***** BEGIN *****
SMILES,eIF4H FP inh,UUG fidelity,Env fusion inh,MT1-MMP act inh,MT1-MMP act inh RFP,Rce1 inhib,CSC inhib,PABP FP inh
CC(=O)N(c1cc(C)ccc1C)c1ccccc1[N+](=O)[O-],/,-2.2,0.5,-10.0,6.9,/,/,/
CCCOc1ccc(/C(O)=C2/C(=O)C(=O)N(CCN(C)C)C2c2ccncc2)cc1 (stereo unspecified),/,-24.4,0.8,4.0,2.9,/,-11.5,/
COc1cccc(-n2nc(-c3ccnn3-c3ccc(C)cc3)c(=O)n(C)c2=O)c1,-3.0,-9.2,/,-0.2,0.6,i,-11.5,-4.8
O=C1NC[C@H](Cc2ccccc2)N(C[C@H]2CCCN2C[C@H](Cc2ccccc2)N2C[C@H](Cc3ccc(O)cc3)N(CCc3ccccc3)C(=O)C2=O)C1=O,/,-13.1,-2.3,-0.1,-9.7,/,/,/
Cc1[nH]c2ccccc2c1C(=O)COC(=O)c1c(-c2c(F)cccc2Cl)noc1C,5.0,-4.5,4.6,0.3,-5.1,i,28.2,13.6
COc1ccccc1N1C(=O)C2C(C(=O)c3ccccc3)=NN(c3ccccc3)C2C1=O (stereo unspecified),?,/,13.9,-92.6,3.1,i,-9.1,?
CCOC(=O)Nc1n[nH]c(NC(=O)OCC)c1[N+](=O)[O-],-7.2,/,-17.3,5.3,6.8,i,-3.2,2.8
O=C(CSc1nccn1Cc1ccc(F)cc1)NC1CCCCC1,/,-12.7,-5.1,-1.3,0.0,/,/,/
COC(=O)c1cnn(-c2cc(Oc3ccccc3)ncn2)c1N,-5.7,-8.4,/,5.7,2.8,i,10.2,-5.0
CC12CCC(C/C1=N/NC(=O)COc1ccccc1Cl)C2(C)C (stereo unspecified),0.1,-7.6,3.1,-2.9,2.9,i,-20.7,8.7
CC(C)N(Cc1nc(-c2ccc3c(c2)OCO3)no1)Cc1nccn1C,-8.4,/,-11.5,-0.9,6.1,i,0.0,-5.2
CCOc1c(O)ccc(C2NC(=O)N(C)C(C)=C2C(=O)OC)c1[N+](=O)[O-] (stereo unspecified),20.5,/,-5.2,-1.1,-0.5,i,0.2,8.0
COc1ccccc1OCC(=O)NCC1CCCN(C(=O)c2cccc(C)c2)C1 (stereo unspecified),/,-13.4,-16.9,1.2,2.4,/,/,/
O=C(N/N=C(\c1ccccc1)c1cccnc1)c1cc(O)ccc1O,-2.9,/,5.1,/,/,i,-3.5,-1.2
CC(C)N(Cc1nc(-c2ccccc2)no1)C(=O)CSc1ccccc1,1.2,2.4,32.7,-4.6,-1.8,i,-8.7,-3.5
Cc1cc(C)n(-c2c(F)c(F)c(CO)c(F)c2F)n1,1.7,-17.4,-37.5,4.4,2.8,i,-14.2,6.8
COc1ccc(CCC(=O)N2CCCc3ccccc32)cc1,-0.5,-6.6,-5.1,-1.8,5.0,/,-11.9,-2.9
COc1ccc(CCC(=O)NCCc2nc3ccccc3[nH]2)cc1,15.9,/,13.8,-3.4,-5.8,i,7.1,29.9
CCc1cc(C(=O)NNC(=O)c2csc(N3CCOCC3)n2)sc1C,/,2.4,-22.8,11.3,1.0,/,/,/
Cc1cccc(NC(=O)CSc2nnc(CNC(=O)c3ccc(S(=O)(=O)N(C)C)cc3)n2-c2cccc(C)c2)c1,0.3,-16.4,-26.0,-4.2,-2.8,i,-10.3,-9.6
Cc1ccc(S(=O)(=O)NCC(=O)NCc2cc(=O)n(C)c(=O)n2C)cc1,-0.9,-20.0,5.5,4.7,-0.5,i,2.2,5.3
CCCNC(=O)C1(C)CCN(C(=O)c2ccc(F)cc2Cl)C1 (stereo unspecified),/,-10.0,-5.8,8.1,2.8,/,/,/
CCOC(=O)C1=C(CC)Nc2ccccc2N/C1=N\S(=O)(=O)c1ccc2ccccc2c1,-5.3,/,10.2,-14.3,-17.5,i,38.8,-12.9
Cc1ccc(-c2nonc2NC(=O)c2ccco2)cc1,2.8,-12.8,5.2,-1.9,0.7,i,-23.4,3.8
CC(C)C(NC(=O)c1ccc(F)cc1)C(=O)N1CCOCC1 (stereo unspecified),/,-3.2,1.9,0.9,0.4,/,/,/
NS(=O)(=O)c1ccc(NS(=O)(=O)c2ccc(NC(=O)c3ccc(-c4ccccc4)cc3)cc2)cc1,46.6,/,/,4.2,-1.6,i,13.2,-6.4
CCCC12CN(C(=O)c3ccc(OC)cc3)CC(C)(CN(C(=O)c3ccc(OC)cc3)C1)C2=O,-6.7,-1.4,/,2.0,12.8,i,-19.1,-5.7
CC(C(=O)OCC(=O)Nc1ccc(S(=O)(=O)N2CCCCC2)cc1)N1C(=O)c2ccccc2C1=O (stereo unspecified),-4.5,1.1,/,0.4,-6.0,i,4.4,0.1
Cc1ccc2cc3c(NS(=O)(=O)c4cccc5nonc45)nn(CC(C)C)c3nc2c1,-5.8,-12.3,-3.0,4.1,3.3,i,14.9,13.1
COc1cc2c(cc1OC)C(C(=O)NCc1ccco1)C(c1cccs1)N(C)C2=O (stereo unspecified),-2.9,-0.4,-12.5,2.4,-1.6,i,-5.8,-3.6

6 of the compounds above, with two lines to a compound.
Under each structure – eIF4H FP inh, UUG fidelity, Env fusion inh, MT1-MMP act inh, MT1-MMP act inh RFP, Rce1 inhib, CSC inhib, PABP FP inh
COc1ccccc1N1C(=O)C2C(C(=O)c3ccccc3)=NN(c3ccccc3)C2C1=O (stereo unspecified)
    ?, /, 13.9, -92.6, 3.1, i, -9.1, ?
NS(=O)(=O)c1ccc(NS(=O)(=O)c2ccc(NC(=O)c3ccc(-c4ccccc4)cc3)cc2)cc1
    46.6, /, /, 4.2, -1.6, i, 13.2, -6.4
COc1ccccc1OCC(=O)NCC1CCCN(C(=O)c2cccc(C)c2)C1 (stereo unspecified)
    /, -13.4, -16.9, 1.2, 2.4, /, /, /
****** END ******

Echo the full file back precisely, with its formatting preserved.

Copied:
SMILES,eIF4H FP inh,UUG fidelity,Env fusion inh,MT1-MMP act inh,MT1-MMP act inh RFP,Rce1 inhib,CSC inhib,PABP FP inh
CC(=O)N(c1cc(C)ccc1C)c1ccccc1[N+](=O)[O-],/,-2.2,0.5,-10.0,6.9,/,/,/
CCCOc1ccc(/C(O)=C2/C(=O)C(=O)N(CCN(C)C)C2c2ccncc2)cc1 (stereo unspecified),/,-24.4,0.8,4.0,2.9,/,-11.5,/
COc1cccc(-n2nc(-c3ccnn3-c3ccc(C)cc3)c(=O)n(C)c2=O)c1,-3.0,-9.2,/,-0.2,0.6,i,-11.5,-4.8
O=C1NC[C@H](Cc2ccccc2)N(C[C@H]2CCCN2C[C@H](Cc2ccccc2)N2C[C@H](Cc3ccc(O)cc3)N(CCc3ccccc3)C(=O)C2=O)C1=O,/,-13.1,-2.3,-0.1,-9.7,/,/,/
Cc1[nH]c2ccccc2c1C(=O)COC(=O)c1c(-c2c(F)cccc2Cl)noc1C,5.0,-4.5,4.6,0.3,-5.1,i,28.2,13.6
COc1ccccc1N1C(=O)C2C(C(=O)c3ccccc3)=NN(c3ccccc3)C2C1=O (stereo unspecified),?,/,13.9,-92.6,3.1,i,-9.1,?
CCOC(=O)Nc1n[nH]c(NC(=O)OCC)c1[N+](=O)[O-],-7.2,/,-17.3,5.3,6.8,i,-3.2,2.8
O=C(CSc1nccn1Cc1ccc(F)cc1)NC1CCCCC1,/,-12.7,-5.1,-1.3,0.0,/,/,/
COC(=O)c1cnn(-c2cc(Oc3ccccc3)ncn2)c1N,-5.7,-8.4,/,5.7,2.8,i,10.2,-5.0
CC12CCC(C/C1=N/NC(=O)COc1ccccc1Cl)C2(C)C (stereo unspecified),0.1,-7.6,3.1,-2.9,2.9,i,-20.7,8.7
CC(C)N(Cc1nc(-c2ccc3c(c2)OCO3)no1)Cc1nccn1C,-8.4,/,-11.5,-0.9,6.1,i,0.0,-5.2
CCOc1c(O)ccc(C2NC(=O)N(C)C(C)=C2C(=O)OC)c1[N+](=O)[O-] (stereo unspecified),20.5,/,-5.2,-1.1,-0.5,i,0.2,8.0
COc1ccccc1OCC(=O)NCC1CCCN(C(=O)c2cccc(C)c2)C1 (stereo unspecified),/,-13.4,-16.9,1.2,2.4,/,/,/
O=C(N/N=C(\c1ccccc1)c1cccnc1)c1cc(O)ccc1O,-2.9,/,5.1,/,/,i,-3.5,-1.2
CC(C)N(Cc1nc(-c2ccccc2)no1)C(=O)CSc1ccccc1,1.2,2.4,32.7,-4.6,-1.8,i,-8.7,-3.5
Cc1cc(C)n(-c2c(F)c(F)c(CO)c(F)c2F)n1,1.7,-17.4,-37.5,4.4,2.8,i,-14.2,6.8
COc1ccc(CCC(=O)N2CCCc3ccccc32)cc1,-0.5,-6.6,-5.1,-1.8,5.0,/,-11.9,-2.9
COc1ccc(CCC(=O)NCCc2nc3ccccc3[nH]2)cc1,15.9,/,13.8,-3.4,-5.8,i,7.1,29.9
CCc1cc(C(=O)NNC(=O)c2csc(N3CCOCC3)n2)sc1C,/,2.4,-22.8,11.3,1.0,/,/,/
Cc1cccc(NC(=O)CSc2nnc(CNC(=O)c3ccc(S(=O)(=O)N(C)C)cc3)n2-c2cccc(C)c2)c1,0.3,-16.4,-26.0,-4.2,-2.8,i,-10.3,-9.6
Cc1ccc(S(=O)(=O)NCC(=O)NCc2cc(=O)n(C)c(=O)n2C)cc1,-0.9,-20.0,5.5,4.7,-0.5,i,2.2,5.3
CCCNC(=O)C1(C)CCN(C(=O)c2ccc(F)cc2Cl)C1 (stereo unspecified),/,-10.0,-5.8,8.1,2.8,/,/,/
CCOC(=O)C1=C(CC)Nc2ccccc2N/C1=N\S(=O)(=O)c1ccc2ccccc2c1,-5.3,/,10.2,-14.3,-17.5,i,38.8,-12.9
Cc1ccc(-c2nonc2NC(=O)c2ccco2)cc1,2.8,-12.8,5.2,-1.9,0.7,i,-23.4,3.8
CC(C)C(NC(=O)c1ccc(F)cc1)C(=O)N1CCOCC1 (stereo unspecified),/,-3.2,1.9,0.9,0.4,/,/,/
NS(=O)(=O)c1ccc(NS(=O)(=O)c2ccc(NC(=O)c3ccc(-c4ccccc4)cc3)cc2)cc1,46.6,/,/,4.2,-1.6,i,13.2,-6.4
CCCC12CN(C(=O)c3ccc(OC)cc3)CC(C)(CN(C(=O)c3ccc(OC)cc3)C1)C2=O,-6.7,-1.4,/,2.0,12.8,i,-19.1,-5.7
CC(C(=O)OCC(=O)Nc1ccc(S(=O)(=O)N2CCCCC2)cc1)N1C(=O)c2ccccc2C1=O (stereo unspecified),-4.5,1.1,/,0.4,-6.0,i,4.4,0.1
Cc1ccc2cc3c(NS(=O)(=O)c4cccc5nonc45)nn(CC(C)C)c3nc2c1,-5.8,-12.3,-3.0,4.1,3.3,i,14.9,13.1
COc1cc2c(cc1OC)C(C(=O)NCc1ccco1)C(c1cccs1)N(C)C2=O (stereo unspecified),-2.9,-0.4,-12.5,2.4,-1.6,i,-5.8,-3.6

6 of the compounds above, with two lines to a compound.
Under each structure – eIF4H FP inh, UUG fidelity, Env fusion inh, MT1-MMP act inh, MT1-MMP act inh RFP, Rce1 inhib, CSC inhib, PABP FP inh
COc1ccccc1N1C(=O)C2C(C(=O)c3ccccc3)=NN(c3ccccc3)C2C1=O (stereo unspecified)
    ?, /, 13.9, -92.6, 3.1, i, -9.1, ?
NS(=O)(=O)c1ccc(NS(=O)(=O)c2ccc(NC(=O)c3ccc(-c4ccccc4)cc3)cc2)cc1
    46.6, /, /, 4.2, -1.6, i, 13.2, -6.4
COc1ccccc1OCC(=O)NCC1CCCN(C(=O)c2cccc(C)c2)C1 (stereo unspecified)
    /, -13.4, -16.9, 1.2, 2.4, /, /, /